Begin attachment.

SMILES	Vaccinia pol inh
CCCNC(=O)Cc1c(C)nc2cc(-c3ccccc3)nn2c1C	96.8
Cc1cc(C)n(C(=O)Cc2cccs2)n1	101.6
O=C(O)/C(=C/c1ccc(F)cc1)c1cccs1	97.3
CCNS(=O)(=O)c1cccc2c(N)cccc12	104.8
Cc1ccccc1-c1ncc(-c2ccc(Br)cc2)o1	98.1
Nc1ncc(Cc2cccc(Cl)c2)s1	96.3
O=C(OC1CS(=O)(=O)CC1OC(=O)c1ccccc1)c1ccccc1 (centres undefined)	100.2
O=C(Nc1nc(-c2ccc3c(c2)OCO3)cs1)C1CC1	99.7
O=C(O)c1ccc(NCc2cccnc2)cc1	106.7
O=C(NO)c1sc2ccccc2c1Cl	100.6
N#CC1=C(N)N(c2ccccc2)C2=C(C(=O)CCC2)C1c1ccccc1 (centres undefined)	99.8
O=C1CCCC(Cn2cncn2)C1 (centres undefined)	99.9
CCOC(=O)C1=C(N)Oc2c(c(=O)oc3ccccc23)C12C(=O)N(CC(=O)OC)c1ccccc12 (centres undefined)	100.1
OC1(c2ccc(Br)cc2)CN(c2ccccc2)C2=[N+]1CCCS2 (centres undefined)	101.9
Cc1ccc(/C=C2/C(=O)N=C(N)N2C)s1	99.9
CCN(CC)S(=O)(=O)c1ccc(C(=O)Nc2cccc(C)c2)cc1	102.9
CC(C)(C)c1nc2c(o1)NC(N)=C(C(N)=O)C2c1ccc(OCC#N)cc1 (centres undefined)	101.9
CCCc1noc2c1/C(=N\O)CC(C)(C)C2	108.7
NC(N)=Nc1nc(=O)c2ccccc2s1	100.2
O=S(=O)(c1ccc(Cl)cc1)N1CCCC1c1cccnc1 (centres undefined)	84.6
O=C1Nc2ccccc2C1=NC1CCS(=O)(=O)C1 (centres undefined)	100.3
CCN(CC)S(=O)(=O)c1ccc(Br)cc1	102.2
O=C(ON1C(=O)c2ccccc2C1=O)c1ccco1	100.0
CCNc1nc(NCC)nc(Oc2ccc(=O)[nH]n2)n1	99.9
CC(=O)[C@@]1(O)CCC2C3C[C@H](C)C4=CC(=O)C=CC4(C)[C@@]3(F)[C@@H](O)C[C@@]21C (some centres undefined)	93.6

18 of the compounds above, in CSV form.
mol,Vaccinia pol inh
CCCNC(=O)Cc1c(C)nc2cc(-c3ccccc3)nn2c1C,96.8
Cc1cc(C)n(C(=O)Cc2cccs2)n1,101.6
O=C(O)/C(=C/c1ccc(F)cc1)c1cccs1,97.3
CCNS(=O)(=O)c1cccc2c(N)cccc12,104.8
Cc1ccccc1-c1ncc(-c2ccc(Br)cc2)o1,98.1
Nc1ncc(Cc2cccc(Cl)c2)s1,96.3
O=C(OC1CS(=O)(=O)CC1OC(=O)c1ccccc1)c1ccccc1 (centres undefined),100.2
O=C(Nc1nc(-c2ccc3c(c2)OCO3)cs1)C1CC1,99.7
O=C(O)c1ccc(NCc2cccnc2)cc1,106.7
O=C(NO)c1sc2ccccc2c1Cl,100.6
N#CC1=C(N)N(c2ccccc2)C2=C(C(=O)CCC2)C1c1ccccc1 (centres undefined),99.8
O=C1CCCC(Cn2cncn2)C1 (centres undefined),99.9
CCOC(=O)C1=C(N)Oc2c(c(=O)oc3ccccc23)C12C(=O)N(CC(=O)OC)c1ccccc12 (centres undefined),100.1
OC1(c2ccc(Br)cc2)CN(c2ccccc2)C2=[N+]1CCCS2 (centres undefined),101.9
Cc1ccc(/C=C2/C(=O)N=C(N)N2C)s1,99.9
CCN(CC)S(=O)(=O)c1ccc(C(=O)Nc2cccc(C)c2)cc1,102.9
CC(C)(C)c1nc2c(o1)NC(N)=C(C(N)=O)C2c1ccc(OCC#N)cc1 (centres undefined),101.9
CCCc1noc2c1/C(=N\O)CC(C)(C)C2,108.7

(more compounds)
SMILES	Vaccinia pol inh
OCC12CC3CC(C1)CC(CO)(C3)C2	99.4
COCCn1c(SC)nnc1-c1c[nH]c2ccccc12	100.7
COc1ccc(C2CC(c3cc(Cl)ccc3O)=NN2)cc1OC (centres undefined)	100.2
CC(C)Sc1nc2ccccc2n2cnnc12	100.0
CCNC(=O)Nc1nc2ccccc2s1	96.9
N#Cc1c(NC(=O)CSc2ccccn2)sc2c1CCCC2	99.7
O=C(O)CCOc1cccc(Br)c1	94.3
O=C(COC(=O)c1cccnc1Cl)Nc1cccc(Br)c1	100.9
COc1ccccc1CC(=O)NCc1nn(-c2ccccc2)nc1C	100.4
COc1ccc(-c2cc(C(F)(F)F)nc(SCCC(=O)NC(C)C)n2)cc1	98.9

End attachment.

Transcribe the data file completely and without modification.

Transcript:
SMILES	Vaccinia pol inh
CCCNC(=O)Cc1c(C)nc2cc(-c3ccccc3)nn2c1C	96.8
Cc1cc(C)n(C(=O)Cc2cccs2)n1	101.6
O=C(O)/C(=C/c1ccc(F)cc1)c1cccs1	97.3
CCNS(=O)(=O)c1cccc2c(N)cccc12	104.8
Cc1ccccc1-c1ncc(-c2ccc(Br)cc2)o1	98.1
Nc1ncc(Cc2cccc(Cl)c2)s1	96.3
O=C(OC1CS(=O)(=O)CC1OC(=O)c1ccccc1)c1ccccc1 (centres undefined)	100.2
O=C(Nc1nc(-c2ccc3c(c2)OCO3)cs1)C1CC1	99.7
O=C(O)c1ccc(NCc2cccnc2)cc1	106.7
O=C(NO)c1sc2ccccc2c1Cl	100.6
N#CC1=C(N)N(c2ccccc2)C2=C(C(=O)CCC2)C1c1ccccc1 (centres undefined)	99.8
O=C1CCCC(Cn2cncn2)C1 (centres undefined)	99.9
CCOC(=O)C1=C(N)Oc2c(c(=O)oc3ccccc23)C12C(=O)N(CC(=O)OC)c1ccccc12 (centres undefined)	100.1
OC1(c2ccc(Br)cc2)CN(c2ccccc2)C2=[N+]1CCCS2 (centres undefined)	101.9
Cc1ccc(/C=C2/C(=O)N=C(N)N2C)s1	99.9
CCN(CC)S(=O)(=O)c1ccc(C(=O)Nc2cccc(C)c2)cc1	102.9
CC(C)(C)c1nc2c(o1)NC(N)=C(C(N)=O)C2c1ccc(OCC#N)cc1 (centres undefined)	101.9
CCCc1noc2c1/C(=N\O)CC(C)(C)C2	108.7
NC(N)=Nc1nc(=O)c2ccccc2s1	100.2
O=S(=O)(c1ccc(Cl)cc1)N1CCCC1c1cccnc1 (centres undefined)	84.6
O=C1Nc2ccccc2C1=NC1CCS(=O)(=O)C1 (centres undefined)	100.3
CCN(CC)S(=O)(=O)c1ccc(Br)cc1	102.2
O=C(ON1C(=O)c2ccccc2C1=O)c1ccco1	100.0
CCNc1nc(NCC)nc(Oc2ccc(=O)[nH]n2)n1	99.9
CC(=O)[C@@]1(O)CCC2C3C[C@H](C)C4=CC(=O)C=CC4(C)[C@@]3(F)[C@@H](O)C[C@@]21C (some centres undefined)	93.6

18 of the compounds above, in CSV form.
mol,Vaccinia pol inh
CCCNC(=O)Cc1c(C)nc2cc(-c3ccccc3)nn2c1C,96.8
Cc1cc(C)n(C(=O)Cc2cccs2)n1,101.6
O=C(O)/C(=C/c1ccc(F)cc1)c1cccs1,97.3
CCNS(=O)(=O)c1cccc2c(N)cccc12,104.8
Cc1ccccc1-c1ncc(-c2ccc(Br)cc2)o1,98.1
Nc1ncc(Cc2cccc(Cl)c2)s1,96.3
O=C(OC1CS(=O)(=O)CC1OC(=O)c1ccccc1)c1ccccc1 (centres undefined),100.2
O=C(Nc1nc(-c2ccc3c(c2)OCO3)cs1)C1CC1,99.7
O=C(O)c1ccc(NCc2cccnc2)cc1,106.7
O=C(NO)c1sc2ccccc2c1Cl,100.6
N#CC1=C(N)N(c2ccccc2)C2=C(C(=O)CCC2)C1c1ccccc1 (centres undefined),99.8
O=C1CCCC(Cn2cncn2)C1 (centres undefined),99.9
CCOC(=O)C1=C(N)Oc2c(c(=O)oc3ccccc23)C12C(=O)N(CC(=O)OC)c1ccccc12 (centres undefined),100.1
OC1(c2ccc(Br)cc2)CN(c2ccccc2)C2=[N+]1CCCS2 (centres undefined),101.9
Cc1ccc(/C=C2/C(=O)N=C(N)N2C)s1,99.9
CCN(CC)S(=O)(=O)c1ccc(C(=O)Nc2cccc(C)c2)cc1,102.9
CC(C)(C)c1nc2c(o1)NC(N)=C(C(N)=O)C2c1ccc(OCC#N)cc1 (centres undefined),101.9
CCCc1noc2c1/C(=N\O)CC(C)(C)C2,108.7

(more compounds)
SMILES	Vaccinia pol inh
OCC12CC3CC(C1)CC(CO)(C3)C2	99.4
COCCn1c(SC)nnc1-c1c[nH]c2ccccc12	100.7
COc1ccc(C2CC(c3cc(Cl)ccc3O)=NN2)cc1OC (centres undefined)	100.2
CC(C)Sc1nc2ccccc2n2cnnc12	100.0
CCNC(=O)Nc1nc2ccccc2s1	96.9
N#Cc1c(NC(=O)CSc2ccccn2)sc2c1CCCC2	99.7
O=C(O)CCOc1cccc(Br)c1	94.3
O=C(COC(=O)c1cccnc1Cl)Nc1cccc(Br)c1	100.9
COc1ccccc1CC(=O)NCc1nn(-c2ccccc2)nc1C	100.4
COc1ccc(-c2cc(C(F)(F)F)nc(SCCC(=O)NC(C)C)n2)cc1	98.9